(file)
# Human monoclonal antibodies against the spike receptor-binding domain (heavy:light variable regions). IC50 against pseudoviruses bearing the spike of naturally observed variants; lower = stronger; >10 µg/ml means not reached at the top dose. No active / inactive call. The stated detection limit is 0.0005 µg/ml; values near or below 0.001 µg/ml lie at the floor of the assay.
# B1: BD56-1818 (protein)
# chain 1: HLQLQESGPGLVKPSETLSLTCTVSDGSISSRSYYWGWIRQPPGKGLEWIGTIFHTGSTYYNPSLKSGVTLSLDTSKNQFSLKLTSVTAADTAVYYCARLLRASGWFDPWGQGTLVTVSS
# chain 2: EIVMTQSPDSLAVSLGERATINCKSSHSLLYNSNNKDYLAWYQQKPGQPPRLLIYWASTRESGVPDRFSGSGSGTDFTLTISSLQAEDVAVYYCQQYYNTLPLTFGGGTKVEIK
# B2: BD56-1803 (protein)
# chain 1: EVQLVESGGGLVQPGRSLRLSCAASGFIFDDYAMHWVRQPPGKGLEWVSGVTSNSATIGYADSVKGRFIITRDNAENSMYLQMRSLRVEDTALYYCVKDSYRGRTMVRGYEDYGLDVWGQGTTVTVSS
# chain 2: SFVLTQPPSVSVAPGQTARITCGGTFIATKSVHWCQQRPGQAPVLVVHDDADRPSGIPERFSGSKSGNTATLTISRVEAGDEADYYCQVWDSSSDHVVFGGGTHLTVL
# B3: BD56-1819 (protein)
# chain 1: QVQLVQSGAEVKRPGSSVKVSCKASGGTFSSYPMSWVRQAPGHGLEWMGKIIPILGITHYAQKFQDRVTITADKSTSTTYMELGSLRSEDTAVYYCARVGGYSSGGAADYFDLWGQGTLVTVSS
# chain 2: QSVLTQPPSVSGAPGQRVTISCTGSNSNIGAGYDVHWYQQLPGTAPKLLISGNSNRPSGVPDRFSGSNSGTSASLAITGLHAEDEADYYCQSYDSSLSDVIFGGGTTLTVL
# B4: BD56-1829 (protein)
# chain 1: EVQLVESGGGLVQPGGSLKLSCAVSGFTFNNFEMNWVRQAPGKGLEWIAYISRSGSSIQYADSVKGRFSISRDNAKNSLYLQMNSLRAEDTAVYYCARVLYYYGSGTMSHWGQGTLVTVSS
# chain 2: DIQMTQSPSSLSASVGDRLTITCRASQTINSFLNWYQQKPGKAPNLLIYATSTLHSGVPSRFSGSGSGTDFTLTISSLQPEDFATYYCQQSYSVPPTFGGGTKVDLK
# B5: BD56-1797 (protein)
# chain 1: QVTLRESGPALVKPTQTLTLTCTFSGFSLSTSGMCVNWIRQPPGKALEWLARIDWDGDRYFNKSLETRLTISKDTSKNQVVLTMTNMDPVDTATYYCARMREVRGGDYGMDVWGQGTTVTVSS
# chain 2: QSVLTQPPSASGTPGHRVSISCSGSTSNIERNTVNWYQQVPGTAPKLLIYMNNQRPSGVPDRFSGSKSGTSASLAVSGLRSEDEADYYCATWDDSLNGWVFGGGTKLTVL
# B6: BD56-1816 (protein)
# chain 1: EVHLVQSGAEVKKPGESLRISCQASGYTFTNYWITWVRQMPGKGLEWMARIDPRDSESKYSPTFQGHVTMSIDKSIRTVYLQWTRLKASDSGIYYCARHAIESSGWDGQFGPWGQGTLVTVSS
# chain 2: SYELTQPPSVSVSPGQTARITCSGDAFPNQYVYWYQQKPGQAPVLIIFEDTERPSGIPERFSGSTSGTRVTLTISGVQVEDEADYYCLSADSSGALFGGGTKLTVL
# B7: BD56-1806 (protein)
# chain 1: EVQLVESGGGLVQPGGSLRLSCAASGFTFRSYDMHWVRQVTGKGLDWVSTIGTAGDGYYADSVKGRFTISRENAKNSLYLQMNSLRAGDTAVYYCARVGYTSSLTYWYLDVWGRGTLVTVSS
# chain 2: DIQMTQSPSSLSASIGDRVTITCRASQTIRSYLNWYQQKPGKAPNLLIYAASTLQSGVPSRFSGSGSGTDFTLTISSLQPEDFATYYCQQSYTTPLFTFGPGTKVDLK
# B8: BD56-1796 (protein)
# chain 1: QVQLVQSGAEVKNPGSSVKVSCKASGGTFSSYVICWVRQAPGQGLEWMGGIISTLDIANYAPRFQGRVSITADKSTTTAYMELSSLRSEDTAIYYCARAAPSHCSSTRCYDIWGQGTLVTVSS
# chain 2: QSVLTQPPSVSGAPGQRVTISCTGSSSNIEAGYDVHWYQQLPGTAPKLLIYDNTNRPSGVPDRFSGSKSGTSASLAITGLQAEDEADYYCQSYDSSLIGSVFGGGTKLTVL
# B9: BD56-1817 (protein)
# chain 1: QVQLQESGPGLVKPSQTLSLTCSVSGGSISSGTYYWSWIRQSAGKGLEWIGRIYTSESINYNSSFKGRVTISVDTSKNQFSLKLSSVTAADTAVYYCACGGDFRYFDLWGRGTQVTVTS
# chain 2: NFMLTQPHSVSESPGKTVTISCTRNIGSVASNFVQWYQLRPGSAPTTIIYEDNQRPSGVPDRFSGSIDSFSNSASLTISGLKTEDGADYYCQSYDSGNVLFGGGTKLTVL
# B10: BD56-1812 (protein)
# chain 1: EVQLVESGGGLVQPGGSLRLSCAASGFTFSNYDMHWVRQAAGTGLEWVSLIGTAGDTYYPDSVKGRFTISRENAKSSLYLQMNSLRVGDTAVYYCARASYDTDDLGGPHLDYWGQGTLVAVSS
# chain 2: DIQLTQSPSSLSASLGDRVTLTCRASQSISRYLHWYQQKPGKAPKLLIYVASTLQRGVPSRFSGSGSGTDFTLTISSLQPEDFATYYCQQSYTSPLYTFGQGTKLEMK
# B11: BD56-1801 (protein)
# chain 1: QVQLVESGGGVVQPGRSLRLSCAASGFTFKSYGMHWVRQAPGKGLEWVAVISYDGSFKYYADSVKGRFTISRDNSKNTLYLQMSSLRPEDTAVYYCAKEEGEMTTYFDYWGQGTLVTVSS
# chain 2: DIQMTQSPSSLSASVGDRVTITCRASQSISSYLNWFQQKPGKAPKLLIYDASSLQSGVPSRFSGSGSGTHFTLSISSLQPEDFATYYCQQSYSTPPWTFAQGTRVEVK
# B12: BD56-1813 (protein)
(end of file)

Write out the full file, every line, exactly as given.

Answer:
# Human monoclonal antibodies against the spike receptor-binding domain (heavy:light variable regions). IC50 against pseudoviruses bearing the spike of naturally observed variants; lower = stronger; >10 µg/ml means not reached at the top dose. No active / inactive call. The stated detection limit is 0.0005 µg/ml; values near or below 0.001 µg/ml lie at the floor of the assay.
# B1: BD56-1818 (protein)
# chain 1: HLQLQESGPGLVKPSETLSLTCTVSDGSISSRSYYWGWIRQPPGKGLEWIGTIFHTGSTYYNPSLKSGVTLSLDTSKNQFSLKLTSVTAADTAVYYCARLLRASGWFDPWGQGTLVTVSS
# chain 2: EIVMTQSPDSLAVSLGERATINCKSSHSLLYNSNNKDYLAWYQQKPGQPPRLLIYWASTRESGVPDRFSGSGSGTDFTLTISSLQAEDVAVYYCQQYYNTLPLTFGGGTKVEIK
# B2: BD56-1803 (protein)
# chain 1: EVQLVESGGGLVQPGRSLRLSCAASGFIFDDYAMHWVRQPPGKGLEWVSGVTSNSATIGYADSVKGRFIITRDNAENSMYLQMRSLRVEDTALYYCVKDSYRGRTMVRGYEDYGLDVWGQGTTVTVSS
# chain 2: SFVLTQPPSVSVAPGQTARITCGGTFIATKSVHWCQQRPGQAPVLVVHDDADRPSGIPERFSGSKSGNTATLTISRVEAGDEADYYCQVWDSSSDHVVFGGGTHLTVL
# B3: BD56-1819 (protein)
# chain 1: QVQLVQSGAEVKRPGSSVKVSCKASGGTFSSYPMSWVRQAPGHGLEWMGKIIPILGITHYAQKFQDRVTITADKSTSTTYMELGSLRSEDTAVYYCARVGGYSSGGAADYFDLWGQGTLVTVSS
# chain 2: QSVLTQPPSVSGAPGQRVTISCTGSNSNIGAGYDVHWYQQLPGTAPKLLISGNSNRPSGVPDRFSGSNSGTSASLAITGLHAEDEADYYCQSYDSSLSDVIFGGGTTLTVL
# B4: BD56-1829 (protein)
# chain 1: EVQLVESGGGLVQPGGSLKLSCAVSGFTFNNFEMNWVRQAPGKGLEWIAYISRSGSSIQYADSVKGRFSISRDNAKNSLYLQMNSLRAEDTAVYYCARVLYYYGSGTMSHWGQGTLVTVSS
# chain 2: DIQMTQSPSSLSASVGDRLTITCRASQTINSFLNWYQQKPGKAPNLLIYATSTLHSGVPSRFSGSGSGTDFTLTISSLQPEDFATYYCQQSYSVPPTFGGGTKVDLK
# B5: BD56-1797 (protein)
# chain 1: QVTLRESGPALVKPTQTLTLTCTFSGFSLSTSGMCVNWIRQPPGKALEWLARIDWDGDRYFNKSLETRLTISKDTSKNQVVLTMTNMDPVDTATYYCARMREVRGGDYGMDVWGQGTTVTVSS
# chain 2: QSVLTQPPSASGTPGHRVSISCSGSTSNIERNTVNWYQQVPGTAPKLLIYMNNQRPSGVPDRFSGSKSGTSASLAVSGLRSEDEADYYCATWDDSLNGWVFGGGTKLTVL
# B6: BD56-1816 (protein)
# chain 1: EVHLVQSGAEVKKPGESLRISCQASGYTFTNYWITWVRQMPGKGLEWMARIDPRDSESKYSPTFQGHVTMSIDKSIRTVYLQWTRLKASDSGIYYCARHAIESSGWDGQFGPWGQGTLVTVSS
# chain 2: SYELTQPPSVSVSPGQTARITCSGDAFPNQYVYWYQQKPGQAPVLIIFEDTERPSGIPERFSGSTSGTRVTLTISGVQVEDEADYYCLSADSSGALFGGGTKLTVL
# B7: BD56-1806 (protein)
# chain 1: EVQLVESGGGLVQPGGSLRLSCAASGFTFRSYDMHWVRQVTGKGLDWVSTIGTAGDGYYADSVKGRFTISRENAKNSLYLQMNSLRAGDTAVYYCARVGYTSSLTYWYLDVWGRGTLVTVSS
# chain 2: DIQMTQSPSSLSASIGDRVTITCRASQTIRSYLNWYQQKPGKAPNLLIYAASTLQSGVPSRFSGSGSGTDFTLTISSLQPEDFATYYCQQSYTTPLFTFGPGTKVDLK
# B8: BD56-1796 (protein)
# chain 1: QVQLVQSGAEVKNPGSSVKVSCKASGGTFSSYVICWVRQAPGQGLEWMGGIISTLDIANYAPRFQGRVSITADKSTTTAYMELSSLRSEDTAIYYCARAAPSHCSSTRCYDIWGQGTLVTVSS
# chain 2: QSVLTQPPSVSGAPGQRVTISCTGSSSNIEAGYDVHWYQQLPGTAPKLLIYDNTNRPSGVPDRFSGSKSGTSASLAITGLQAEDEADYYCQSYDSSLIGSVFGGGTKLTVL
# B9: BD56-1817 (protein)
# chain 1: QVQLQESGPGLVKPSQTLSLTCSVSGGSISSGTYYWSWIRQSAGKGLEWIGRIYTSESINYNSSFKGRVTISVDTSKNQFSLKLSSVTAADTAVYYCACGGDFRYFDLWGRGTQVTVTS
# chain 2: NFMLTQPHSVSESPGKTVTISCTRNIGSVASNFVQWYQLRPGSAPTTIIYEDNQRPSGVPDRFSGSIDSFSNSASLTISGLKTEDGADYYCQSYDSGNVLFGGGTKLTVL
# B10: BD56-1812 (protein)
# chain 1: EVQLVESGGGLVQPGGSLRLSCAASGFTFSNYDMHWVRQAAGTGLEWVSLIGTAGDTYYPDSVKGRFTISRENAKSSLYLQMNSLRVGDTAVYYCARASYDTDDLGGPHLDYWGQGTLVAVSS
# chain 2: DIQLTQSPSSLSASLGDRVTLTCRASQSISRYLHWYQQKPGKAPKLLIYVASTLQRGVPSRFSGSGSGTDFTLTISSLQPEDFATYYCQQSYTSPLYTFGQGTKLEMK
# B11: BD56-1801 (protein)
# chain 1: QVQLVESGGGVVQPGRSLRLSCAASGFTFKSYGMHWVRQAPGKGLEWVAVISYDGSFKYYADSVKGRFTISRDNSKNTLYLQMSSLRPEDTAVYYCAKEEGEMTTYFDYWGQGTLVTVSS
# chain 2: DIQMTQSPSSLSASVGDRVTITCRASQSISSYLNWFQQKPGKAPKLLIYDASSLQSGVPSRFSGSGSGTHFTLSISSLQPEDFATYYCQQSYSTPPWTFAQGTRVEVK
# B12: BD56-1813 (protein)